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Fully recovered COVID-19 patients have a higher prevalence for developing dry eye disease, researchers report.
COVID-19 patients may experience persistent symptoms of dry eye disease (DED) in the weeks and months following recovery, researchers have found.
In a study conducted by investigators from the Department of Ophthalmology and Visual Sciences of The Chinese University of Hong Kong’s Faculty of Medicine, 1 in 5 COVID-19 patients reported at least 1 recent-onset symptom of DED.1
The findings were recently published in Clinical and Experimental Ophthalmology, official journal of The Royal Australian and New Zealand College of Ophthalmologists.
The study analyzed 228 participants 1 to 3 months following their COVID-19 diagnosis, between February and December 2020, and 109 healthy,
non-COVID-19-diagnosed participants who were age-matched.
Those who had any pre-existing ocular surface conditions, history of refractive surgery or ophthalmic surgery, ocular trauma, who had worn contact lenses with the past 3 months, or who were using eye medications of any kind, were excluded from the study, investigators reported.
In a questionnaire conducted, post-COVID-19 patients reported dry-eye-related ocular surface symptoms such as blurred vision (9%), itching, (6.1%), pain or burning (4.8%), tearing or discharge (3.9%), and redness (3.1%).1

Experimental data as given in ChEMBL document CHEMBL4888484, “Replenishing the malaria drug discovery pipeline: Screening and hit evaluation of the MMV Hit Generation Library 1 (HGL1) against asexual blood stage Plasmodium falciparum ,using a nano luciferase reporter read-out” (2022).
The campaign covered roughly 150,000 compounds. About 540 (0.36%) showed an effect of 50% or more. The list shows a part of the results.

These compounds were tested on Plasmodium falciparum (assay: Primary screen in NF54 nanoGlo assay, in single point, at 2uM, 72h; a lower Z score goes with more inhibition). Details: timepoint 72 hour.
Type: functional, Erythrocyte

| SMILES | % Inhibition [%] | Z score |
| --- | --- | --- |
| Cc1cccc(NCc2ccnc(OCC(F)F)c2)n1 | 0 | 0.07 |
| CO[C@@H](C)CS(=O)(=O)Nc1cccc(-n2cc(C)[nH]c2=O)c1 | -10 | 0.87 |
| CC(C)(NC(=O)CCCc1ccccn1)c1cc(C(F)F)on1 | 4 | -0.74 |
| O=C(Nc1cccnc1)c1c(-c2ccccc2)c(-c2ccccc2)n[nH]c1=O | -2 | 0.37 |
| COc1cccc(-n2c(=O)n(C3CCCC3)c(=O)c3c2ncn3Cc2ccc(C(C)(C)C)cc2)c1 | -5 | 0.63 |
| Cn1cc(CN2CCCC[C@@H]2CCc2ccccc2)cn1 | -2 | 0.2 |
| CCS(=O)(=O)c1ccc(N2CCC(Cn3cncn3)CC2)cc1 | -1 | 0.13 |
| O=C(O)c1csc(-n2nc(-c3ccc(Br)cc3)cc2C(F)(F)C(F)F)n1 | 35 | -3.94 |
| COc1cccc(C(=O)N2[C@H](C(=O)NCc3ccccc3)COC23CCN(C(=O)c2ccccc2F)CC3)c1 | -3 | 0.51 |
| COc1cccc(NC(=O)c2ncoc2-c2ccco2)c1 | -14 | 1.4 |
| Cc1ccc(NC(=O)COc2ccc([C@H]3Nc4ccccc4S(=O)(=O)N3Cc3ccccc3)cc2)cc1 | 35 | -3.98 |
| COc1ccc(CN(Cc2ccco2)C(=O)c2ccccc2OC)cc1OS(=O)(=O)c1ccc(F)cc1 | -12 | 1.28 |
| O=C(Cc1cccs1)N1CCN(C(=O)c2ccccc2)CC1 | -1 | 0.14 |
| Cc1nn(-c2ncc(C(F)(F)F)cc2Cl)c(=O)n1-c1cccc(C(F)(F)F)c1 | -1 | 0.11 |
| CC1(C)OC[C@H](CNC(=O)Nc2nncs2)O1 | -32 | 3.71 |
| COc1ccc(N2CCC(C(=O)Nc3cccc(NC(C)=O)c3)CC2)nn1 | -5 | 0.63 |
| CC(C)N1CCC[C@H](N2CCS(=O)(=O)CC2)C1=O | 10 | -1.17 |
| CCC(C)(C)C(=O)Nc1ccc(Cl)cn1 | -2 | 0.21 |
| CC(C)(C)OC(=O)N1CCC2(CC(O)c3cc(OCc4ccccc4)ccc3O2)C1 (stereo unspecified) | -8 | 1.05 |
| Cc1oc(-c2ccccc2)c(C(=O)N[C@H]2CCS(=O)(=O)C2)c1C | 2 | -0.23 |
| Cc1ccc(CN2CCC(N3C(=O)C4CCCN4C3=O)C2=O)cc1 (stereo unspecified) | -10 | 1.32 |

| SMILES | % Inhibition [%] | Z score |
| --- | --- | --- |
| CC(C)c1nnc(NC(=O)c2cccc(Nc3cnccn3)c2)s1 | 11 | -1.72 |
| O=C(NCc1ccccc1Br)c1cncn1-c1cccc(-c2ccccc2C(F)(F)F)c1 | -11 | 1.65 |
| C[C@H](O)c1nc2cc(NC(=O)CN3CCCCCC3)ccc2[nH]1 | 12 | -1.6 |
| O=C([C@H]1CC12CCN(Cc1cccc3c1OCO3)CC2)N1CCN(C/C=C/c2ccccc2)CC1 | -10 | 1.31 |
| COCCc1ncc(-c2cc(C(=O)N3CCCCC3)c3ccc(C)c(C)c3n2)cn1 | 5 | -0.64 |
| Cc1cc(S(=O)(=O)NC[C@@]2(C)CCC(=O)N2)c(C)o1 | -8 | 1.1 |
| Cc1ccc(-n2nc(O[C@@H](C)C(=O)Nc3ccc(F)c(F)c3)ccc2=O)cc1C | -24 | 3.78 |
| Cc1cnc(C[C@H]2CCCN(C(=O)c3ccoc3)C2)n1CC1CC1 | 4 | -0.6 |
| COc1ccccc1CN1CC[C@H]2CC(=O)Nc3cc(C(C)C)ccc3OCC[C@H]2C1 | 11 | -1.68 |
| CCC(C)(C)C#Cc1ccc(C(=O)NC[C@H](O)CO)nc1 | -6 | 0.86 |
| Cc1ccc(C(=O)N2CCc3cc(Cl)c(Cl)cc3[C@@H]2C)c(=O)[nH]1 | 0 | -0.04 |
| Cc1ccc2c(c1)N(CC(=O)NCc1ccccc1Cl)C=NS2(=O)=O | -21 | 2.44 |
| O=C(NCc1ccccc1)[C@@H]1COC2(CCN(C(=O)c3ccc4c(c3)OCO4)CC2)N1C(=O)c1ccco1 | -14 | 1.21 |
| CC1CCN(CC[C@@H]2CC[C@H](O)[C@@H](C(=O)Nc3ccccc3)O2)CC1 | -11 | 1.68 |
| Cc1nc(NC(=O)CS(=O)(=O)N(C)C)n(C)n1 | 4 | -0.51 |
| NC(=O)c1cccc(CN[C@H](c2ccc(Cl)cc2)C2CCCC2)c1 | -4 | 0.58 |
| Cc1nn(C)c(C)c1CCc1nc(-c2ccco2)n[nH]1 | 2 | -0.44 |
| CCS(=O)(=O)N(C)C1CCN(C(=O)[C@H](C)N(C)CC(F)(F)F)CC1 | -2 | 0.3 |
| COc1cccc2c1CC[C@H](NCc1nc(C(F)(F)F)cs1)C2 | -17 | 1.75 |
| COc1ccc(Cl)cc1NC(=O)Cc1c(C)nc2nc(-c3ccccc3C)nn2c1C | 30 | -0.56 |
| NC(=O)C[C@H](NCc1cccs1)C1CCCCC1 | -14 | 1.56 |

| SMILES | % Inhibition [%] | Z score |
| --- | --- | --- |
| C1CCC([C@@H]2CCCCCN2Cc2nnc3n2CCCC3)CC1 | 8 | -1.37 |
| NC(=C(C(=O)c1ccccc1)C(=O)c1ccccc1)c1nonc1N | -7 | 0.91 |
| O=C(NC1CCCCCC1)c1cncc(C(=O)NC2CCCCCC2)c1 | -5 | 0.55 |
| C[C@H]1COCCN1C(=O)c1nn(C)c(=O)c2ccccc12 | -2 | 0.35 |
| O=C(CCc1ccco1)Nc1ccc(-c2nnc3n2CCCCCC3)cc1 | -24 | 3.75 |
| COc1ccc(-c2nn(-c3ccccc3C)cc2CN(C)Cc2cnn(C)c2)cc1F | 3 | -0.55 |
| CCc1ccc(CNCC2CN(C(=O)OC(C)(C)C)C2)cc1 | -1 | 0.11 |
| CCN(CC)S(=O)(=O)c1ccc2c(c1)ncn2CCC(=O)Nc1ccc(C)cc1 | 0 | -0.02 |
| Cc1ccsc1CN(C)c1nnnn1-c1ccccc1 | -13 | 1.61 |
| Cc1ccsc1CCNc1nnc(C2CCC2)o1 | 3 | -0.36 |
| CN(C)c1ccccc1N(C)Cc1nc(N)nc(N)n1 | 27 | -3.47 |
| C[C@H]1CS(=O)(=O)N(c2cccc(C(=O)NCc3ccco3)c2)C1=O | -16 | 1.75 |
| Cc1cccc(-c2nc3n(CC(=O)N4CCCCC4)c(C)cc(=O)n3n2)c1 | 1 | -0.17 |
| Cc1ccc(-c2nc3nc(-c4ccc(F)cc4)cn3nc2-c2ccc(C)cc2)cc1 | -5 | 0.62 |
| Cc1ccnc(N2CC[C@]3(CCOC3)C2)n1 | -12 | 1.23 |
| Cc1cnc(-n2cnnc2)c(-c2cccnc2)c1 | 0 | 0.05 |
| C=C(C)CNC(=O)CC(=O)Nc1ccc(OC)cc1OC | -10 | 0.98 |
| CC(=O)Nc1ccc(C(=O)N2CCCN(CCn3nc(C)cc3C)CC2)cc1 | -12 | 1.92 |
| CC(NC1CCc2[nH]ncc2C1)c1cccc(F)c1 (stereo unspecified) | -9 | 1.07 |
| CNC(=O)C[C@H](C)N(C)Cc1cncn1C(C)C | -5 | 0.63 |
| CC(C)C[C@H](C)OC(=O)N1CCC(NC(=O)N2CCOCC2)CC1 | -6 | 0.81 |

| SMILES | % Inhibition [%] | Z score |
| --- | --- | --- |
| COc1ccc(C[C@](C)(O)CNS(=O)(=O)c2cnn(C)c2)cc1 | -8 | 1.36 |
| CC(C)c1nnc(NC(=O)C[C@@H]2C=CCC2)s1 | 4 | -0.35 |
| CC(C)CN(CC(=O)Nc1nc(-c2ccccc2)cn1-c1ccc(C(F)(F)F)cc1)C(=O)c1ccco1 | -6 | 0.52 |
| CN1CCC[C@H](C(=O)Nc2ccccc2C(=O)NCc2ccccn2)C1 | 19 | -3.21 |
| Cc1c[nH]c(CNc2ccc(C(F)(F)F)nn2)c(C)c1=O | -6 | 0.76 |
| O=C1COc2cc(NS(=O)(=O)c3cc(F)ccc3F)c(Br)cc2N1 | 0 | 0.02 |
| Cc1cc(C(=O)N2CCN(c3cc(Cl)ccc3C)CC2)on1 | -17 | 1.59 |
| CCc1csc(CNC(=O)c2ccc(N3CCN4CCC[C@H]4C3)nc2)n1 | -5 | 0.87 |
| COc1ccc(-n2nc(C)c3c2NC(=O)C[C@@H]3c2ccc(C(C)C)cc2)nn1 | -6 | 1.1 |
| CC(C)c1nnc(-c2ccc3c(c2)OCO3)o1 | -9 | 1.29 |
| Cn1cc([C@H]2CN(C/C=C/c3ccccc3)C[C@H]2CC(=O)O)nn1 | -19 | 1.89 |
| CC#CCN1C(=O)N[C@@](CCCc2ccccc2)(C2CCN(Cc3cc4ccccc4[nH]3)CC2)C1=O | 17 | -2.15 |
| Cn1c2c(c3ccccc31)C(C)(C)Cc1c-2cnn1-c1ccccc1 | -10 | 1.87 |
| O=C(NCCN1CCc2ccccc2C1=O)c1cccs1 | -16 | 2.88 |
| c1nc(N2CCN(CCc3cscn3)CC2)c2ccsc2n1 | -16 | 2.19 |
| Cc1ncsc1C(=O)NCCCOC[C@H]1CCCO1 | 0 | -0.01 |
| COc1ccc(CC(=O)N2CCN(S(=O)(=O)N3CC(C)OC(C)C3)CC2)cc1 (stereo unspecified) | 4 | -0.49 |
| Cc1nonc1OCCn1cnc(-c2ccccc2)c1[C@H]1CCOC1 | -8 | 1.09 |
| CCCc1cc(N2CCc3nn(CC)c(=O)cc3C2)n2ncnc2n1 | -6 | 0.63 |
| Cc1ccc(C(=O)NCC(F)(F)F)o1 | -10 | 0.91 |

All participants were given a comprehensive eye exam that included an evaluation for the most common cause of DED—meibomian gland dysfunction (MGD)—and corneal fluorescein staining, an indicator of DED.
Examination showed a higher prevalence of dry eye-related ocular surface presence in those who had had COVID-19 versus those who had not.
Researchers reported that Participants who were previously treated for COVID-19 and received supplementary oxygen during hospitalization had a tear break-up time (TBUT) that was 1.6 seconds shorter than average (typically +10 seconds), researchers reported.
This implied a higher risk for DED when compared to post-COVID-19 participants who had not needed supplementary oxygen during hospitalization. Researchers reason this may be due to oxygen delivery causing gas flow to increase the evaporation of tear film.
“We found that every one-point reduction in Ct-value (inversely correlated with the viral load) from the respiratory specimen collected at hospital admission increased the risk of having any dry-eye-related ocular surface symptoms during the first month after recovery by 10%,” said Dr. Kelvin HN Wan, assistant professor in the Department of Ophthalmology and Visual Sciences of CU Medicine, and lead author of the study, in a news release. “This finding suggests the risk of tear film instability after recovery from COVID is associated with the severity of the acute infection.”
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1. CUHK Medicine study shows a higher prevalence of dry eye disease among post-COVID-19 patients. The Chinese University of Hong Kong’s Faculty of Medicine. March 28, 2022. Accessed April 1, 2022. https://www.med.cuhk.edu.hk/press-releases/cuhk-medicine-study-shows-a-higher-prevalence-of-dry-eye-disease-among-post-covid-19-patients